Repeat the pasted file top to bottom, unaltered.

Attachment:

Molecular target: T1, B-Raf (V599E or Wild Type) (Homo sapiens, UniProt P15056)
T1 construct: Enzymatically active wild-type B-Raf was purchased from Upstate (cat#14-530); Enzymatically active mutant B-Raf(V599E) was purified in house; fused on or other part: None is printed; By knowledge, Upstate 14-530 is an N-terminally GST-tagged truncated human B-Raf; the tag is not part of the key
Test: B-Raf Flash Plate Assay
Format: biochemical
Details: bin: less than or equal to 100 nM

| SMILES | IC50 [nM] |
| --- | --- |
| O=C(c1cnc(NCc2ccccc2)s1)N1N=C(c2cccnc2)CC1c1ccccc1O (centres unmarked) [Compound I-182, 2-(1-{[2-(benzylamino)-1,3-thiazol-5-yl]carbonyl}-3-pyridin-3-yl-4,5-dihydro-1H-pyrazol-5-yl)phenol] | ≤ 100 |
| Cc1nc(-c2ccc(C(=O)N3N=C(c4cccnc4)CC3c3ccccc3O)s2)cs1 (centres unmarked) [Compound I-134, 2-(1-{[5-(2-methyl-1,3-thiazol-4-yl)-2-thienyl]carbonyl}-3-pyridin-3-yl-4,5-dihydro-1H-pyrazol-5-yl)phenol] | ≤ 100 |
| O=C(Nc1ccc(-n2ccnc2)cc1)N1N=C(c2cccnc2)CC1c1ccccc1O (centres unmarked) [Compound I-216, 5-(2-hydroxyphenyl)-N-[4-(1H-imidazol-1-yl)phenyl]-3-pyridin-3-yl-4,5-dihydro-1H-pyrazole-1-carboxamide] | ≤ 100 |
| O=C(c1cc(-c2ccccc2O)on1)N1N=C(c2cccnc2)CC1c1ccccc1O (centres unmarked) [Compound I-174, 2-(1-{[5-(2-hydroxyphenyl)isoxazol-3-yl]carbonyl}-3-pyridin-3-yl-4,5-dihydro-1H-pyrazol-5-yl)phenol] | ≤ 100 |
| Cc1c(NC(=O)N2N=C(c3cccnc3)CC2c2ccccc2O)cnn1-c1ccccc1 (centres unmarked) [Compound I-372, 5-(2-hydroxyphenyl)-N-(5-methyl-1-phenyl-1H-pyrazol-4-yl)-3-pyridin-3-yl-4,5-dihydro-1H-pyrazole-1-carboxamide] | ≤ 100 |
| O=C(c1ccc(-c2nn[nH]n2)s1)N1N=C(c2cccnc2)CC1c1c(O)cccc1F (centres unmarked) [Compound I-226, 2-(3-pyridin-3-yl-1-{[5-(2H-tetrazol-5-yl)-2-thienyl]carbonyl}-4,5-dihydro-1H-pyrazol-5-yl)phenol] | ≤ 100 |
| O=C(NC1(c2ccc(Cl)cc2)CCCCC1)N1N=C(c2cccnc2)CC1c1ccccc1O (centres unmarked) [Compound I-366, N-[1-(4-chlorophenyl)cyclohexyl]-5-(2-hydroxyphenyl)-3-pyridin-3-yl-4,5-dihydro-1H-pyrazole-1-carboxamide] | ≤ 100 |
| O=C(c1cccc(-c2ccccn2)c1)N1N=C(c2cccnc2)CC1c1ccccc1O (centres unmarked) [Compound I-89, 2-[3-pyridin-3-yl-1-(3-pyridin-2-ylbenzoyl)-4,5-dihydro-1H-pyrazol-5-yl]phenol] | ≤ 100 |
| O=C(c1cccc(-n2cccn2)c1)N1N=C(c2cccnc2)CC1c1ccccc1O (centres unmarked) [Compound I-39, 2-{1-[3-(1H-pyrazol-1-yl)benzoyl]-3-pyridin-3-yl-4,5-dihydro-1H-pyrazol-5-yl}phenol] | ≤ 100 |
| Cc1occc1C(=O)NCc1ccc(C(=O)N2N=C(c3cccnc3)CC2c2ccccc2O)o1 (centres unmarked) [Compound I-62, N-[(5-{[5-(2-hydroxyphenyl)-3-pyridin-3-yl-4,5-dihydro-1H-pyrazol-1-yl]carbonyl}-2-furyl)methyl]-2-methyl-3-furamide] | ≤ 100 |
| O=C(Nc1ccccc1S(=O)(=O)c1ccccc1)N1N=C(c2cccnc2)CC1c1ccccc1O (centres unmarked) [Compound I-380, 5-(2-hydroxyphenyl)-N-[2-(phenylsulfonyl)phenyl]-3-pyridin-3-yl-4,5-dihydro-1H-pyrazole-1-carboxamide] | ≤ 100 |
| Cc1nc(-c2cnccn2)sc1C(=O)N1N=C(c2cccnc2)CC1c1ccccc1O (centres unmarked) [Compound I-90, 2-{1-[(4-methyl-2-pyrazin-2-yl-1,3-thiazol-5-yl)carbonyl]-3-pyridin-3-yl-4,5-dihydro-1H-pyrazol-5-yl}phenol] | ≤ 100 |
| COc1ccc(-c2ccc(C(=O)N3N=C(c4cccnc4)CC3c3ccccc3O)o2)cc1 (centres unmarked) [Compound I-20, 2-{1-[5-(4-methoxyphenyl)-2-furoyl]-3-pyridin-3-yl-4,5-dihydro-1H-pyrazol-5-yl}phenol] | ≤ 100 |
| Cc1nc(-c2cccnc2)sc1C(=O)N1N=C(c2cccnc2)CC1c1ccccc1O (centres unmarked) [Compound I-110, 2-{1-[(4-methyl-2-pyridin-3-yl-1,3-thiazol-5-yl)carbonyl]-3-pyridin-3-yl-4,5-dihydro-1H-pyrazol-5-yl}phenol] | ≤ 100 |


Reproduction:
Molecular target: T1, B-Raf (V599E or Wild Type) (Homo sapiens, UniProt P15056)
T1 construct: Enzymatically active wild-type B-Raf was purchased from Upstate (cat#14-530); Enzymatically active mutant B-Raf(V599E) was purified in house; fused on or other part: None is printed; By knowledge, Upstate 14-530 is an N-terminally GST-tagged truncated human B-Raf; the tag is not part of the key
Test: B-Raf Flash Plate Assay
Format: biochemical
Details: bin: less than or equal to 100 nM

| SMILES | IC50 [nM] |
| --- | --- |
| O=C(c1cnc(NCc2ccccc2)s1)N1N=C(c2cccnc2)CC1c1ccccc1O (centres unmarked) [Compound I-182, 2-(1-{[2-(benzylamino)-1,3-thiazol-5-yl]carbonyl}-3-pyridin-3-yl-4,5-dihydro-1H-pyrazol-5-yl)phenol] | ≤ 100 |
| Cc1nc(-c2ccc(C(=O)N3N=C(c4cccnc4)CC3c3ccccc3O)s2)cs1 (centres unmarked) [Compound I-134, 2-(1-{[5-(2-methyl-1,3-thiazol-4-yl)-2-thienyl]carbonyl}-3-pyridin-3-yl-4,5-dihydro-1H-pyrazol-5-yl)phenol] | ≤ 100 |
| O=C(Nc1ccc(-n2ccnc2)cc1)N1N=C(c2cccnc2)CC1c1ccccc1O (centres unmarked) [Compound I-216, 5-(2-hydroxyphenyl)-N-[4-(1H-imidazol-1-yl)phenyl]-3-pyridin-3-yl-4,5-dihydro-1H-pyrazole-1-carboxamide] | ≤ 100 |
| O=C(c1cc(-c2ccccc2O)on1)N1N=C(c2cccnc2)CC1c1ccccc1O (centres unmarked) [Compound I-174, 2-(1-{[5-(2-hydroxyphenyl)isoxazol-3-yl]carbonyl}-3-pyridin-3-yl-4,5-dihydro-1H-pyrazol-5-yl)phenol] | ≤ 100 |
| Cc1c(NC(=O)N2N=C(c3cccnc3)CC2c2ccccc2O)cnn1-c1ccccc1 (centres unmarked) [Compound I-372, 5-(2-hydroxyphenyl)-N-(5-methyl-1-phenyl-1H-pyrazol-4-yl)-3-pyridin-3-yl-4,5-dihydro-1H-pyrazole-1-carboxamide] | ≤ 100 |
| O=C(c1ccc(-c2nn[nH]n2)s1)N1N=C(c2cccnc2)CC1c1c(O)cccc1F (centres unmarked) [Compound I-226, 2-(3-pyridin-3-yl-1-{[5-(2H-tetrazol-5-yl)-2-thienyl]carbonyl}-4,5-dihydro-1H-pyrazol-5-yl)phenol] | ≤ 100 |
| O=C(NC1(c2ccc(Cl)cc2)CCCCC1)N1N=C(c2cccnc2)CC1c1ccccc1O (centres unmarked) [Compound I-366, N-[1-(4-chlorophenyl)cyclohexyl]-5-(2-hydroxyphenyl)-3-pyridin-3-yl-4,5-dihydro-1H-pyrazole-1-carboxamide] | ≤ 100 |
| O=C(c1cccc(-c2ccccn2)c1)N1N=C(c2cccnc2)CC1c1ccccc1O (centres unmarked) [Compound I-89, 2-[3-pyridin-3-yl-1-(3-pyridin-2-ylbenzoyl)-4,5-dihydro-1H-pyrazol-5-yl]phenol] | ≤ 100 |
| O=C(c1cccc(-n2cccn2)c1)N1N=C(c2cccnc2)CC1c1ccccc1O (centres unmarked) [Compound I-39, 2-{1-[3-(1H-pyrazol-1-yl)benzoyl]-3-pyridin-3-yl-4,5-dihydro-1H-pyrazol-5-yl}phenol] | ≤ 100 |
| Cc1occc1C(=O)NCc1ccc(C(=O)N2N=C(c3cccnc3)CC2c2ccccc2O)o1 (centres unmarked) [Compound I-62, N-[(5-{[5-(2-hydroxyphenyl)-3-pyridin-3-yl-4,5-dihydro-1H-pyrazol-1-yl]carbonyl}-2-furyl)methyl]-2-methyl-3-furamide] | ≤ 100 |
| O=C(Nc1ccccc1S(=O)(=O)c1ccccc1)N1N=C(c2cccnc2)CC1c1ccccc1O (centres unmarked) [Compound I-380, 5-(2-hydroxyphenyl)-N-[2-(phenylsulfonyl)phenyl]-3-pyridin-3-yl-4,5-dihydro-1H-pyrazole-1-carboxamide] | ≤ 100 |
| Cc1nc(-c2cnccn2)sc1C(=O)N1N=C(c2cccnc2)CC1c1ccccc1O (centres unmarked) [Compound I-90, 2-{1-[(4-methyl-2-pyrazin-2-yl-1,3-thiazol-5-yl)carbonyl]-3-pyridin-3-yl-4,5-dihydro-1H-pyrazol-5-yl}phenol] | ≤ 100 |
| COc1ccc(-c2ccc(C(=O)N3N=C(c4cccnc4)CC3c3ccccc3O)o2)cc1 (centres unmarked) [Compound I-20, 2-{1-[5-(4-methoxyphenyl)-2-furoyl]-3-pyridin-3-yl-4,5-dihydro-1H-pyrazol-5-yl}phenol] | ≤ 100 |
| Cc1nc(-c2cccnc2)sc1C(=O)N1N=C(c2cccnc2)CC1c1ccccc1O (centres unmarked) [Compound I-110, 2-{1-[(4-methyl-2-pyridin-3-yl-1,3-thiazol-5-yl)carbonyl]-3-pyridin-3-yl-4,5-dihydro-1H-pyrazol-5-yl}phenol] | ≤ 100 |